We can learn quite a bit about others, and ourselves, in the prayers uttered in times of distress. As night fell on Jacob and his family, his countenance fell with it. Jacob knew he would face Esau the following day, and he was afraid. Esau had the clear advantage, forcing Jacob into a defensive posture, something quite unusual for the schemer.
After dividing his family and possessions into two groups, Jacob did what may have been challenging for him—he prayed (vv. 9-12). At its core, prayer is an acknowledgement of our humility and God’s authority over our lives. That is not easy for someone like Jacob who likes to control his or her circumstances. But in this prayer, we see that God was at work in his life.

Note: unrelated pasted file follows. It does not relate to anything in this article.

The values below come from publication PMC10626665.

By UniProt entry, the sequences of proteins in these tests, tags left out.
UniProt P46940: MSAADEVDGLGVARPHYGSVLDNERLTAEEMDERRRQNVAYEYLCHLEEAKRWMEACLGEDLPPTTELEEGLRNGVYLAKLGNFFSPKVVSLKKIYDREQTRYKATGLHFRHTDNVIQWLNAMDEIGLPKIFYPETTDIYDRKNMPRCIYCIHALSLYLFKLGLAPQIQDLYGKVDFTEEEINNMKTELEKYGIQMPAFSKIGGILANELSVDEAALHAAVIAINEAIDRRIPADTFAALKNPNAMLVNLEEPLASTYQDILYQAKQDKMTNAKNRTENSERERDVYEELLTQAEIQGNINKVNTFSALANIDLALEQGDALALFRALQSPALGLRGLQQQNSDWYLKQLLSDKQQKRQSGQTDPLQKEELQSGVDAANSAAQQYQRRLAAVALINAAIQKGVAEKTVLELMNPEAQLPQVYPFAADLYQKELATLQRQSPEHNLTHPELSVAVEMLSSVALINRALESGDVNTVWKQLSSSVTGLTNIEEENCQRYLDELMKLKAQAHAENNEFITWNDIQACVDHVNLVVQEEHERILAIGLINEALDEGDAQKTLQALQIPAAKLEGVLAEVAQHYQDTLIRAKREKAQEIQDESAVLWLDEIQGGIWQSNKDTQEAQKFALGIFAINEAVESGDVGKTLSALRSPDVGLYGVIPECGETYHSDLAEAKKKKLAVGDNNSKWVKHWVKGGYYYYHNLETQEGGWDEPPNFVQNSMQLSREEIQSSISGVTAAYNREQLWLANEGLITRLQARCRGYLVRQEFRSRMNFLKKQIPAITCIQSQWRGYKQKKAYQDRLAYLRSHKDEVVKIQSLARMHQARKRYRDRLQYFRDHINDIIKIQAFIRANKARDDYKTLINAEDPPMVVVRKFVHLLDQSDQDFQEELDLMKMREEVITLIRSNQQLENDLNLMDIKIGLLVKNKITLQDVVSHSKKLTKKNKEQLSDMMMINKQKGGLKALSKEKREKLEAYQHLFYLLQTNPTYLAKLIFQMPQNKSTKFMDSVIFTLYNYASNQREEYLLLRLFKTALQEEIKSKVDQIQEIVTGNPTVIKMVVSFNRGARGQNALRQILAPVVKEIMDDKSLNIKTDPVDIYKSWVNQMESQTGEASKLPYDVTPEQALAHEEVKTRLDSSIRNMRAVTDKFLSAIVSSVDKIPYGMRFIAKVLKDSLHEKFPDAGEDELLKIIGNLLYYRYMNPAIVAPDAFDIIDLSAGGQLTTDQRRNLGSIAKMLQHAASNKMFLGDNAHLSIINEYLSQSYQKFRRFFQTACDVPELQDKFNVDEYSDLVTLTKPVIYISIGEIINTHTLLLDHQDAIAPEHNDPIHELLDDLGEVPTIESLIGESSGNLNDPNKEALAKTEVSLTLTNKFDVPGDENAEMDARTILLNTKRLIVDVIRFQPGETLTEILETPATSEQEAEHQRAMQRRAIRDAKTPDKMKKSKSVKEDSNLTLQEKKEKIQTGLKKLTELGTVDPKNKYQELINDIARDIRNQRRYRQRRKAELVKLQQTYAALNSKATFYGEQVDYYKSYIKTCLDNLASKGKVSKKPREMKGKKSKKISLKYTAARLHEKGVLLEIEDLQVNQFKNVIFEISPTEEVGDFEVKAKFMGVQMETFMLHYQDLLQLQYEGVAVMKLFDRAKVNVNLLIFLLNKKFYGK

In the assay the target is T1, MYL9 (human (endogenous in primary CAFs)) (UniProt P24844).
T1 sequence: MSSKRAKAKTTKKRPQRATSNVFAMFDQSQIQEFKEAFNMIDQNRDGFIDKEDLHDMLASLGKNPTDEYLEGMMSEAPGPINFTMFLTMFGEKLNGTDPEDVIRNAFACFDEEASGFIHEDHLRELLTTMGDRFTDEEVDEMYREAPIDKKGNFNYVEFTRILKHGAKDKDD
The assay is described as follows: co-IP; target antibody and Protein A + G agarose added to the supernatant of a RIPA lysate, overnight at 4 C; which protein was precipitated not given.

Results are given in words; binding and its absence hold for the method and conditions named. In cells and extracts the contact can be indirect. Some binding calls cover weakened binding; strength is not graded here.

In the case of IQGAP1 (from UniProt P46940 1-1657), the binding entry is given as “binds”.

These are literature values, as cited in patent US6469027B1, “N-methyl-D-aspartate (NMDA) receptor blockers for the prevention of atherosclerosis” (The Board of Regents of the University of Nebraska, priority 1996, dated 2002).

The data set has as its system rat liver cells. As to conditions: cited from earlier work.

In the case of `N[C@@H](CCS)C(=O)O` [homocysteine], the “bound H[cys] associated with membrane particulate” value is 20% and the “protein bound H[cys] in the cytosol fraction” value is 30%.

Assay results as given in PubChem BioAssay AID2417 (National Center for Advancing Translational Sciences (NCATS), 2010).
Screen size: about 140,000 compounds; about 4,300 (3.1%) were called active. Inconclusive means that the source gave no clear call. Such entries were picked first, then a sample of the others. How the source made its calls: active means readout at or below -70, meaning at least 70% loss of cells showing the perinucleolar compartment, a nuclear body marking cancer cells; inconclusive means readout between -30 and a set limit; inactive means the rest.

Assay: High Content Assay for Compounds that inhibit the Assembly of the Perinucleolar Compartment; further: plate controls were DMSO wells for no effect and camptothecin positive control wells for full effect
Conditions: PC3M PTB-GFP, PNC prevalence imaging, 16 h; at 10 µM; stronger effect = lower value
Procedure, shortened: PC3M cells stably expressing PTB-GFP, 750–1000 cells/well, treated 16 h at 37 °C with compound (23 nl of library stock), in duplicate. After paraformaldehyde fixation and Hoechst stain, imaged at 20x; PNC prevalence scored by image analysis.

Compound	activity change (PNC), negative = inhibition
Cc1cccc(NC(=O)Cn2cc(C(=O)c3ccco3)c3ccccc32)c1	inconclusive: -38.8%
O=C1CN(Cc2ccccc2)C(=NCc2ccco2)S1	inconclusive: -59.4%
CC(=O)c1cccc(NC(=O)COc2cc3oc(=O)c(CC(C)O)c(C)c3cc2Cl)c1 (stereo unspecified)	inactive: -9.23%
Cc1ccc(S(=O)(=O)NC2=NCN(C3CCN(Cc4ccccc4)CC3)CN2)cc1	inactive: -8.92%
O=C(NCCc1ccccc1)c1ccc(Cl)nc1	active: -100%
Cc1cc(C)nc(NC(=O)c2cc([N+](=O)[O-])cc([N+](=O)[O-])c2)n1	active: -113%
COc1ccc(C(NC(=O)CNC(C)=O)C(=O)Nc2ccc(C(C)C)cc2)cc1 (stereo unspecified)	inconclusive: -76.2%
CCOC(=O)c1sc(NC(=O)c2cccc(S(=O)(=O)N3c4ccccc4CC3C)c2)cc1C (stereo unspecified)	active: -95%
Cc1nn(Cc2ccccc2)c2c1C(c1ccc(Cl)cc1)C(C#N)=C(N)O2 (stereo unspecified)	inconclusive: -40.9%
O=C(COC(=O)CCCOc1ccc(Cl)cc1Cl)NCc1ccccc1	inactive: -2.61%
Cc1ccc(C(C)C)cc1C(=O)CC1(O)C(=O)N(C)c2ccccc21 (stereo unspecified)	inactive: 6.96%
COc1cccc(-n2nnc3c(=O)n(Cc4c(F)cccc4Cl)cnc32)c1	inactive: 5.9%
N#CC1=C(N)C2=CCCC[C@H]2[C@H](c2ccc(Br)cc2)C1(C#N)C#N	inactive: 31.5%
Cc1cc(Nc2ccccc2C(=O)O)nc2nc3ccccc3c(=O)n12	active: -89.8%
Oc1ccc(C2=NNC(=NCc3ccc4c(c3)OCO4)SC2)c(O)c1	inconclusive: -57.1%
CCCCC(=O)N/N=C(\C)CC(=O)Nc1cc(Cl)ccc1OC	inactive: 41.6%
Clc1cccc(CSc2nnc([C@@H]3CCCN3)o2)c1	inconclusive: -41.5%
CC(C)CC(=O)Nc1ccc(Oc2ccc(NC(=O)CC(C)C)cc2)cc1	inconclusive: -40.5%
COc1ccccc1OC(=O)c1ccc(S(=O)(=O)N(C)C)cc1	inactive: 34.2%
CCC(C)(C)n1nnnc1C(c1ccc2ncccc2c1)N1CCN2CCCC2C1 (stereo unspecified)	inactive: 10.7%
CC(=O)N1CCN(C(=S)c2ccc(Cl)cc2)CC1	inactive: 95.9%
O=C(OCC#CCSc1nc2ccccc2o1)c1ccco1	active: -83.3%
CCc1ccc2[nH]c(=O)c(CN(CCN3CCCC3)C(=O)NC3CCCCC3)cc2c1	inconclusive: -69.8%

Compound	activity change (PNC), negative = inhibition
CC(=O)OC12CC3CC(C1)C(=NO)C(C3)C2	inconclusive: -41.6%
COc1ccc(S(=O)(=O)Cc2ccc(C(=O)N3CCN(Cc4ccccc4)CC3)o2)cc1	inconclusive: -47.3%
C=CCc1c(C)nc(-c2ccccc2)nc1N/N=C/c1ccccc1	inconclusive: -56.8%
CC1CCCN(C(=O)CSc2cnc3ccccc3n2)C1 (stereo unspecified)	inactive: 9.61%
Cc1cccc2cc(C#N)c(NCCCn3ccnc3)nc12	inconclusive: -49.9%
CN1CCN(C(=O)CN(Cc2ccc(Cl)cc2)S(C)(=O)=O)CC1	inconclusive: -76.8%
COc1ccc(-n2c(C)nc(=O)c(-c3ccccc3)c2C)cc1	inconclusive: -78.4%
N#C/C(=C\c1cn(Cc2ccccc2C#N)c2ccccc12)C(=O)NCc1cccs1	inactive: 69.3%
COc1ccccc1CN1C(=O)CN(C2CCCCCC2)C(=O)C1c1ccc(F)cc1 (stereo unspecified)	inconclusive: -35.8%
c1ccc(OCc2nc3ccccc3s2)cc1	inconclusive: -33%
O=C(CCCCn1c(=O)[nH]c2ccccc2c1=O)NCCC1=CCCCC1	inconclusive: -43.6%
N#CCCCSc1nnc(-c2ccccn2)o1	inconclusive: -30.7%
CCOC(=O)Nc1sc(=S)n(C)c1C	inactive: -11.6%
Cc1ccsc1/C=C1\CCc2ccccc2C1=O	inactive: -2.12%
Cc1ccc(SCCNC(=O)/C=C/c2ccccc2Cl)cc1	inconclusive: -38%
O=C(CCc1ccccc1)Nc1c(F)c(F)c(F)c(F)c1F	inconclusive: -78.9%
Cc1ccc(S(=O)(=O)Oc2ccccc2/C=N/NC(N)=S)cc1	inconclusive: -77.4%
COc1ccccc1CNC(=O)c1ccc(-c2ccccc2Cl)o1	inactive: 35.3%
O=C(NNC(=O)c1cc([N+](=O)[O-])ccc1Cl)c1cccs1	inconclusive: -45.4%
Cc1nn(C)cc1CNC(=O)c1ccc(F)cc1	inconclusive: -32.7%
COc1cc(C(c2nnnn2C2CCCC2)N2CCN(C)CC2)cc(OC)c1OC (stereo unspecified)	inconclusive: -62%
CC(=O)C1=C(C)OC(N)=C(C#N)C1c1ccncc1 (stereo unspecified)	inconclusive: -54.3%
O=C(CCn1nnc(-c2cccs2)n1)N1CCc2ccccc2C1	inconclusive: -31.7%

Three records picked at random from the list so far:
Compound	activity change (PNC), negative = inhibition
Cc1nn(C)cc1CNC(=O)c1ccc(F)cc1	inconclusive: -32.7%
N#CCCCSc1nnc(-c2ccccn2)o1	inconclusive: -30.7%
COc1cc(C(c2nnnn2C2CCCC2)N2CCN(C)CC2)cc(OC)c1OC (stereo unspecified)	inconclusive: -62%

Jacob began by recounting his history with God. God was the faithful God of his fathers, Abraham and Isaac, the One who told Jacob to return to his family’s land so He might prosper him. It’s not hard to read between the lines. But then Jacob confessed his unworthiness of God’s kindness and asked God to deliver him. Jacob was where he needed to be; he was desperate and humbled before God. Then Jacob closed his prayer by once again reminding God of His promise to prosper him. And with that, Jacob prepared messengers to greet Esau and began to settle in to rest for the night, but he would not get any rest. God would take the seeds of humility and dependence and plant them even deeper in the patriarch’s heart.
What are your prayers to God like in times of distress and uncertainty?